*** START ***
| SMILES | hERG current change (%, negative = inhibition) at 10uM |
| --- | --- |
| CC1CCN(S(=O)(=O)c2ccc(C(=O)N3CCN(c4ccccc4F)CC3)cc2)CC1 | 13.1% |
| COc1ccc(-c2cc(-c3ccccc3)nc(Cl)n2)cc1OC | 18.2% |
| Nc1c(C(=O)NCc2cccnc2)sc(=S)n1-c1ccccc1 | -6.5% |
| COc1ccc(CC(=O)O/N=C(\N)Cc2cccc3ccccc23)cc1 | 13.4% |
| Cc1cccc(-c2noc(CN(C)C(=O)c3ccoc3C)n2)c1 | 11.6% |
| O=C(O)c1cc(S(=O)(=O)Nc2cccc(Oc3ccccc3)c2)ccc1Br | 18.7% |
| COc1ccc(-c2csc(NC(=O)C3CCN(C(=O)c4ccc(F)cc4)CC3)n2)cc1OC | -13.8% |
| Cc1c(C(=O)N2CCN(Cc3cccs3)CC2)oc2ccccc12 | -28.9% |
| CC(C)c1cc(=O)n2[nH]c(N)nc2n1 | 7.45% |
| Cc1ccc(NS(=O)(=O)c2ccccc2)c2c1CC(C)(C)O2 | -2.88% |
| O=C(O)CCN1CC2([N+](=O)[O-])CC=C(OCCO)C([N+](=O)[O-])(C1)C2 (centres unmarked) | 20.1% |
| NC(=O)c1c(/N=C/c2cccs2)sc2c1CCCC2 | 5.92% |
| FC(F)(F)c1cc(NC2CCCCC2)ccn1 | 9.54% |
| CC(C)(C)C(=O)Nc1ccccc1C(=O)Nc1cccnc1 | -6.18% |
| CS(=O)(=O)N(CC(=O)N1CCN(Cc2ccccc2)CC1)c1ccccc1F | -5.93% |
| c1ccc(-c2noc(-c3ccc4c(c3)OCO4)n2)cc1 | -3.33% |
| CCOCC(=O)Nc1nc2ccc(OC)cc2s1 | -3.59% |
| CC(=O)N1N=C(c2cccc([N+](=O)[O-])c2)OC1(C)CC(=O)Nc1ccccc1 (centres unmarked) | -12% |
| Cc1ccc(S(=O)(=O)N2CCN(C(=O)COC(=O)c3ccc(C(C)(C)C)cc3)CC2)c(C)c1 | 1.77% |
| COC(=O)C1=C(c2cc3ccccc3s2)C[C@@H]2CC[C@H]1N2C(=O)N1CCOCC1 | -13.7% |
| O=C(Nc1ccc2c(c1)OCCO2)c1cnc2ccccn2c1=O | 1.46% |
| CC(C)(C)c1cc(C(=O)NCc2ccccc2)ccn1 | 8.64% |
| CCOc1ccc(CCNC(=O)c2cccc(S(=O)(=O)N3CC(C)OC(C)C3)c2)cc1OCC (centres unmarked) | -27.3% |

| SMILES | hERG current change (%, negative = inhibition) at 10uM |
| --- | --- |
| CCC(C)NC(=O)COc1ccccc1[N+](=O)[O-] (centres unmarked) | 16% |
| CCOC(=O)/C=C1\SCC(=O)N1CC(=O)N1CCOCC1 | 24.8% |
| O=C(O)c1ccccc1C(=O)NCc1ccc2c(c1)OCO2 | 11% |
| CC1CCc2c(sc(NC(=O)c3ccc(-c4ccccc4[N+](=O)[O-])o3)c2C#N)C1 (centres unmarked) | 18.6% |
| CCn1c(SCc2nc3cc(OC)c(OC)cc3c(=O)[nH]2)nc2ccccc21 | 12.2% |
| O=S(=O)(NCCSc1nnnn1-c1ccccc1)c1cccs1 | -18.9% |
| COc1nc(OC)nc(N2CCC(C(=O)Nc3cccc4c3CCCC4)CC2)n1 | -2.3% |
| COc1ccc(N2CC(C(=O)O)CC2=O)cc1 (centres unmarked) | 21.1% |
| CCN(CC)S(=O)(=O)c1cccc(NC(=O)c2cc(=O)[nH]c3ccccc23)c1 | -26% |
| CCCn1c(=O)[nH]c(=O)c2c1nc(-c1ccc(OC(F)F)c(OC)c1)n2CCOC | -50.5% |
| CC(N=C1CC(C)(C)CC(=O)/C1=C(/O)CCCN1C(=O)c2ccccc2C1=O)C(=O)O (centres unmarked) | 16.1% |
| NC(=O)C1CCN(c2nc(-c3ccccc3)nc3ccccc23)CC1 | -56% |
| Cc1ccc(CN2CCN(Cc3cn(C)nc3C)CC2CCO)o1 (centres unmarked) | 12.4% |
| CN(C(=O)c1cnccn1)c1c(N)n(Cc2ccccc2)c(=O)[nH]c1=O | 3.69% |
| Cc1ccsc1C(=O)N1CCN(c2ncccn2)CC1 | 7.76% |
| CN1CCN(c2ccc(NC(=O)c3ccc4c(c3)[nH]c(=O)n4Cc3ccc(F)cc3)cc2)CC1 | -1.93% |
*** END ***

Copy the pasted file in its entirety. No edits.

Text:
| SMILES | hERG current change (%, negative = inhibition) at 10uM |
| --- | --- |
| CC1CCN(S(=O)(=O)c2ccc(C(=O)N3CCN(c4ccccc4F)CC3)cc2)CC1 | 13.1% |
| COc1ccc(-c2cc(-c3ccccc3)nc(Cl)n2)cc1OC | 18.2% |
| Nc1c(C(=O)NCc2cccnc2)sc(=S)n1-c1ccccc1 | -6.5% |
| COc1ccc(CC(=O)O/N=C(\N)Cc2cccc3ccccc23)cc1 | 13.4% |
| Cc1cccc(-c2noc(CN(C)C(=O)c3ccoc3C)n2)c1 | 11.6% |
| O=C(O)c1cc(S(=O)(=O)Nc2cccc(Oc3ccccc3)c2)ccc1Br | 18.7% |
| COc1ccc(-c2csc(NC(=O)C3CCN(C(=O)c4ccc(F)cc4)CC3)n2)cc1OC | -13.8% |
| Cc1c(C(=O)N2CCN(Cc3cccs3)CC2)oc2ccccc12 | -28.9% |
| CC(C)c1cc(=O)n2[nH]c(N)nc2n1 | 7.45% |
| Cc1ccc(NS(=O)(=O)c2ccccc2)c2c1CC(C)(C)O2 | -2.88% |
| O=C(O)CCN1CC2([N+](=O)[O-])CC=C(OCCO)C([N+](=O)[O-])(C1)C2 (centres unmarked) | 20.1% |
| NC(=O)c1c(/N=C/c2cccs2)sc2c1CCCC2 | 5.92% |
| FC(F)(F)c1cc(NC2CCCCC2)ccn1 | 9.54% |
| CC(C)(C)C(=O)Nc1ccccc1C(=O)Nc1cccnc1 | -6.18% |
| CS(=O)(=O)N(CC(=O)N1CCN(Cc2ccccc2)CC1)c1ccccc1F | -5.93% |
| c1ccc(-c2noc(-c3ccc4c(c3)OCO4)n2)cc1 | -3.33% |
| CCOCC(=O)Nc1nc2ccc(OC)cc2s1 | -3.59% |
| CC(=O)N1N=C(c2cccc([N+](=O)[O-])c2)OC1(C)CC(=O)Nc1ccccc1 (centres unmarked) | -12% |
| Cc1ccc(S(=O)(=O)N2CCN(C(=O)COC(=O)c3ccc(C(C)(C)C)cc3)CC2)c(C)c1 | 1.77% |
| COC(=O)C1=C(c2cc3ccccc3s2)C[C@@H]2CC[C@H]1N2C(=O)N1CCOCC1 | -13.7% |
| O=C(Nc1ccc2c(c1)OCCO2)c1cnc2ccccn2c1=O | 1.46% |
| CC(C)(C)c1cc(C(=O)NCc2ccccc2)ccn1 | 8.64% |
| CCOc1ccc(CCNC(=O)c2cccc(S(=O)(=O)N3CC(C)OC(C)C3)c2)cc1OCC (centres unmarked) | -27.3% |

| SMILES | hERG current change (%, negative = inhibition) at 10uM |
| --- | --- |
| CCC(C)NC(=O)COc1ccccc1[N+](=O)[O-] (centres unmarked) | 16% |
| CCOC(=O)/C=C1\SCC(=O)N1CC(=O)N1CCOCC1 | 24.8% |
| O=C(O)c1ccccc1C(=O)NCc1ccc2c(c1)OCO2 | 11% |
| CC1CCc2c(sc(NC(=O)c3ccc(-c4ccccc4[N+](=O)[O-])o3)c2C#N)C1 (centres unmarked) | 18.6% |
| CCn1c(SCc2nc3cc(OC)c(OC)cc3c(=O)[nH]2)nc2ccccc21 | 12.2% |
| O=S(=O)(NCCSc1nnnn1-c1ccccc1)c1cccs1 | -18.9% |
| COc1nc(OC)nc(N2CCC(C(=O)Nc3cccc4c3CCCC4)CC2)n1 | -2.3% |
| COc1ccc(N2CC(C(=O)O)CC2=O)cc1 (centres unmarked) | 21.1% |
| CCN(CC)S(=O)(=O)c1cccc(NC(=O)c2cc(=O)[nH]c3ccccc23)c1 | -26% |
| CCCn1c(=O)[nH]c(=O)c2c1nc(-c1ccc(OC(F)F)c(OC)c1)n2CCOC | -50.5% |
| CC(N=C1CC(C)(C)CC(=O)/C1=C(/O)CCCN1C(=O)c2ccccc2C1=O)C(=O)O (centres unmarked) | 16.1% |
| NC(=O)C1CCN(c2nc(-c3ccccc3)nc3ccccc23)CC1 | -56% |
| Cc1ccc(CN2CCN(Cc3cn(C)nc3C)CC2CCO)o1 (centres unmarked) | 12.4% |
| CN(C(=O)c1cnccn1)c1c(N)n(Cc2ccccc2)c(=O)[nH]c1=O | 3.69% |
| Cc1ccsc1C(=O)N1CCN(c2ncccn2)CC1 | 7.76% |
| CN1CCN(c2ccc(NC(=O)c3ccc4c(c3)[nH]c(=O)n4Cc3ccc(F)cc3)cc2)CC1 | -1.93% |